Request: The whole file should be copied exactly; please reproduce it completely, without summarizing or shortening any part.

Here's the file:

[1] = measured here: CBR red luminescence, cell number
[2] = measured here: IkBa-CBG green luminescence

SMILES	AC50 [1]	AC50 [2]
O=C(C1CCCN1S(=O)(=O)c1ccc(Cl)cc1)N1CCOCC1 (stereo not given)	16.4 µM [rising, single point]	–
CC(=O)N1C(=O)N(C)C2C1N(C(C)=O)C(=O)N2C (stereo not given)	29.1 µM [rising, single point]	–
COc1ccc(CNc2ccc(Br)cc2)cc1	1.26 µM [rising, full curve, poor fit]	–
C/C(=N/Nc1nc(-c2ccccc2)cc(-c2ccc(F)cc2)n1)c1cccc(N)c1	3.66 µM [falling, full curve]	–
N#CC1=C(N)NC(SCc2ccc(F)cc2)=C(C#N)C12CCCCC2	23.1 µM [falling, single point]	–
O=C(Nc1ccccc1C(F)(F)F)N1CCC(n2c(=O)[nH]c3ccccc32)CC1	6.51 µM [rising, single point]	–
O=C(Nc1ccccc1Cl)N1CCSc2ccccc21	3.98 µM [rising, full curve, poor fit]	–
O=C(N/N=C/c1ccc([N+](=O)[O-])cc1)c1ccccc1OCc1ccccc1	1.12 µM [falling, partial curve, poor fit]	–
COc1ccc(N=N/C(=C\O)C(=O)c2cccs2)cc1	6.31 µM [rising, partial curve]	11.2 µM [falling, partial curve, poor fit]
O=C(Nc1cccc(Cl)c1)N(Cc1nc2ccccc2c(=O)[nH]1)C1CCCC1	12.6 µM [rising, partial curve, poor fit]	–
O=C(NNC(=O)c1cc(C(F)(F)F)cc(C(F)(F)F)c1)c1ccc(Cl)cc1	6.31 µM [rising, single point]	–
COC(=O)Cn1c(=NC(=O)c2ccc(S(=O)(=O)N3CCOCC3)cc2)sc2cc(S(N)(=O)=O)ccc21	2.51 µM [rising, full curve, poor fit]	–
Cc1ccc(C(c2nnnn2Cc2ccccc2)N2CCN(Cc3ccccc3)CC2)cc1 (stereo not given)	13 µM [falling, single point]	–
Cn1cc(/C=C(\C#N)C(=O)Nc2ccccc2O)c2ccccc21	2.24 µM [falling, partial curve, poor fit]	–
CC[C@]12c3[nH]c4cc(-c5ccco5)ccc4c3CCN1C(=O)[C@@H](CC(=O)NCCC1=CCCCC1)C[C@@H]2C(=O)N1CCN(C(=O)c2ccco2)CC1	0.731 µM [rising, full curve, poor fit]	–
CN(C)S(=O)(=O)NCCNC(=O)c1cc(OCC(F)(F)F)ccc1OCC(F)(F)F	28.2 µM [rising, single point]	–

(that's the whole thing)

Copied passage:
[1] = measured here: CBR red luminescence, cell number
[2] = measured here: IkBa-CBG green luminescence

SMILES	AC50 [1]	AC50 [2]
O=C(C1CCCN1S(=O)(=O)c1ccc(Cl)cc1)N1CCOCC1 (stereo not given)	16.4 µM [rising, single point]	–
CC(=O)N1C(=O)N(C)C2C1N(C(C)=O)C(=O)N2C (stereo not given)	29.1 µM [rising, single point]	–
COc1ccc(CNc2ccc(Br)cc2)cc1	1.26 µM [rising, full curve, poor fit]	–
C/C(=N/Nc1nc(-c2ccccc2)cc(-c2ccc(F)cc2)n1)c1cccc(N)c1	3.66 µM [falling, full curve]	–
N#CC1=C(N)NC(SCc2ccc(F)cc2)=C(C#N)C12CCCCC2	23.1 µM [falling, single point]	–
O=C(Nc1ccccc1C(F)(F)F)N1CCC(n2c(=O)[nH]c3ccccc32)CC1	6.51 µM [rising, single point]	–
O=C(Nc1ccccc1Cl)N1CCSc2ccccc21	3.98 µM [rising, full curve, poor fit]	–
O=C(N/N=C/c1ccc([N+](=O)[O-])cc1)c1ccccc1OCc1ccccc1	1.12 µM [falling, partial curve, poor fit]	–
COc1ccc(N=N/C(=C\O)C(=O)c2cccs2)cc1	6.31 µM [rising, partial curve]	11.2 µM [falling, partial curve, poor fit]
O=C(Nc1cccc(Cl)c1)N(Cc1nc2ccccc2c(=O)[nH]1)C1CCCC1	12.6 µM [rising, partial curve, poor fit]	–
O=C(NNC(=O)c1cc(C(F)(F)F)cc(C(F)(F)F)c1)c1ccc(Cl)cc1	6.31 µM [rising, single point]	–
COC(=O)Cn1c(=NC(=O)c2ccc(S(=O)(=O)N3CCOCC3)cc2)sc2cc(S(N)(=O)=O)ccc21	2.51 µM [rising, full curve, poor fit]	–
Cc1ccc(C(c2nnnn2Cc2ccccc2)N2CCN(Cc3ccccc3)CC2)cc1 (stereo not given)	13 µM [falling, single point]	–
Cn1cc(/C=C(\C#N)C(=O)Nc2ccccc2O)c2ccccc21	2.24 µM [falling, partial curve, poor fit]	–
CC[C@]12c3[nH]c4cc(-c5ccco5)ccc4c3CCN1C(=O)[C@@H](CC(=O)NCCC1=CCCCC1)C[C@@H]2C(=O)N1CCN(C(=O)c2ccco2)CC1	0.731 µM [rising, full curve, poor fit]	–
CN(C)S(=O)(=O)NCCNC(=O)c1cc(OCC(F)(F)F)ccc1OCC(F)(F)F	28.2 µM [rising, single point]	–